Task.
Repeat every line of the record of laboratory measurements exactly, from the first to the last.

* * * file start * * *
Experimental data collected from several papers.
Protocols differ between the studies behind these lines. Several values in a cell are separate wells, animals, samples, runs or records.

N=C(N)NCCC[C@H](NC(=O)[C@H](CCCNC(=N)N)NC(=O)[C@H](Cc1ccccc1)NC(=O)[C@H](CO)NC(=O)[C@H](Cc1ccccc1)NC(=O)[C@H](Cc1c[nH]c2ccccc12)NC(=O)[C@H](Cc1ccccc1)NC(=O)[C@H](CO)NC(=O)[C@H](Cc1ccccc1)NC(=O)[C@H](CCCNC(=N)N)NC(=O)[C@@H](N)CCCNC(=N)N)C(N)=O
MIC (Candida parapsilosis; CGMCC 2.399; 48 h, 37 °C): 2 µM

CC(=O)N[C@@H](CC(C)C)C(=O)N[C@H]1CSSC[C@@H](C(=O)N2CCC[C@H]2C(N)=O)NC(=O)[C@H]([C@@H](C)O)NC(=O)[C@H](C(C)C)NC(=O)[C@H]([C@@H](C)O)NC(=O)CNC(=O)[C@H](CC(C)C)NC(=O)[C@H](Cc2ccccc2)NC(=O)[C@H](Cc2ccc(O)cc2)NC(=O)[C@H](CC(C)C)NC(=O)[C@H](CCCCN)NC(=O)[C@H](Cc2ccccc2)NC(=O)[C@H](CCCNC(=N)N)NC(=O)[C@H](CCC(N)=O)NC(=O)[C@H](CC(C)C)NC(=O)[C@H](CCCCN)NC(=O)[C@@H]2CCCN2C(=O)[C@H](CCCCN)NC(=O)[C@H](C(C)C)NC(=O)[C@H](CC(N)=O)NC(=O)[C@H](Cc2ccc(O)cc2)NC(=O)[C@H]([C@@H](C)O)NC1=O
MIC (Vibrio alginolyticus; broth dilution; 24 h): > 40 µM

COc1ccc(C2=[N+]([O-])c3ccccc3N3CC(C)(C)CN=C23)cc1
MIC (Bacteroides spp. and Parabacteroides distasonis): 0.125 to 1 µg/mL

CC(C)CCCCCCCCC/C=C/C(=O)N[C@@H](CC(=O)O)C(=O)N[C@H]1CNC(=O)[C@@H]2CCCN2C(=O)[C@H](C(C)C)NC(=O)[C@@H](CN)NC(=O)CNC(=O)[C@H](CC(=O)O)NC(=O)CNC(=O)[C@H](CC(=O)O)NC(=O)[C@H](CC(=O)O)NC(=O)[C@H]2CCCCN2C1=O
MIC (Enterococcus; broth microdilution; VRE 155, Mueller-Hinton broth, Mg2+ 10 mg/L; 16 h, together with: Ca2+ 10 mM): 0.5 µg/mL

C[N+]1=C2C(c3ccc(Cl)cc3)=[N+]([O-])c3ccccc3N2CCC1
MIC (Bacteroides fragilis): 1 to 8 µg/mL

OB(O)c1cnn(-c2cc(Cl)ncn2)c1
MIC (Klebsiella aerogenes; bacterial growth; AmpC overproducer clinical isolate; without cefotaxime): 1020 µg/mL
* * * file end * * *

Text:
Experimental data collected from several papers.
Protocols differ between the studies behind these lines. Several values in a cell are separate wells, animals, samples, runs or records.

N=C(N)NCCC[C@H](NC(=O)[C@H](CCCNC(=N)N)NC(=O)[C@H](Cc1ccccc1)NC(=O)[C@H](CO)NC(=O)[C@H](Cc1ccccc1)NC(=O)[C@H](Cc1c[nH]c2ccccc12)NC(=O)[C@H](Cc1ccccc1)NC(=O)[C@H](CO)NC(=O)[C@H](Cc1ccccc1)NC(=O)[C@H](CCCNC(=N)N)NC(=O)[C@@H](N)CCCNC(=N)N)C(N)=O
MIC (Candida parapsilosis; CGMCC 2.399; 48 h, 37 °C): 2 µM

CC(=O)N[C@@H](CC(C)C)C(=O)N[C@H]1CSSC[C@@H](C(=O)N2CCC[C@H]2C(N)=O)NC(=O)[C@H]([C@@H](C)O)NC(=O)[C@H](C(C)C)NC(=O)[C@H]([C@@H](C)O)NC(=O)CNC(=O)[C@H](CC(C)C)NC(=O)[C@H](Cc2ccccc2)NC(=O)[C@H](Cc2ccc(O)cc2)NC(=O)[C@H](CC(C)C)NC(=O)[C@H](CCCCN)NC(=O)[C@H](Cc2ccccc2)NC(=O)[C@H](CCCNC(=N)N)NC(=O)[C@H](CCC(N)=O)NC(=O)[C@H](CC(C)C)NC(=O)[C@H](CCCCN)NC(=O)[C@@H]2CCCN2C(=O)[C@H](CCCCN)NC(=O)[C@H](C(C)C)NC(=O)[C@H](CC(N)=O)NC(=O)[C@H](Cc2ccc(O)cc2)NC(=O)[C@H]([C@@H](C)O)NC1=O
MIC (Vibrio alginolyticus; broth dilution; 24 h): > 40 µM

COc1ccc(C2=[N+]([O-])c3ccccc3N3CC(C)(C)CN=C23)cc1
MIC (Bacteroides spp. and Parabacteroides distasonis): 0.125 to 1 µg/mL

CC(C)CCCCCCCCC/C=C/C(=O)N[C@@H](CC(=O)O)C(=O)N[C@H]1CNC(=O)[C@@H]2CCCN2C(=O)[C@H](C(C)C)NC(=O)[C@@H](CN)NC(=O)CNC(=O)[C@H](CC(=O)O)NC(=O)CNC(=O)[C@H](CC(=O)O)NC(=O)[C@H](CC(=O)O)NC(=O)[C@H]2CCCCN2C1=O
MIC (Enterococcus; broth microdilution; VRE 155, Mueller-Hinton broth, Mg2+ 10 mg/L; 16 h, together with: Ca2+ 10 mM): 0.5 µg/mL

C[N+]1=C2C(c3ccc(Cl)cc3)=[N+]([O-])c3ccccc3N2CCC1
MIC (Bacteroides fragilis): 1 to 8 µg/mL

OB(O)c1cnn(-c2cc(Cl)ncn2)c1
MIC (Klebsiella aerogenes; bacterial growth; AmpC overproducer clinical isolate; without cefotaxime): 1020 µg/mL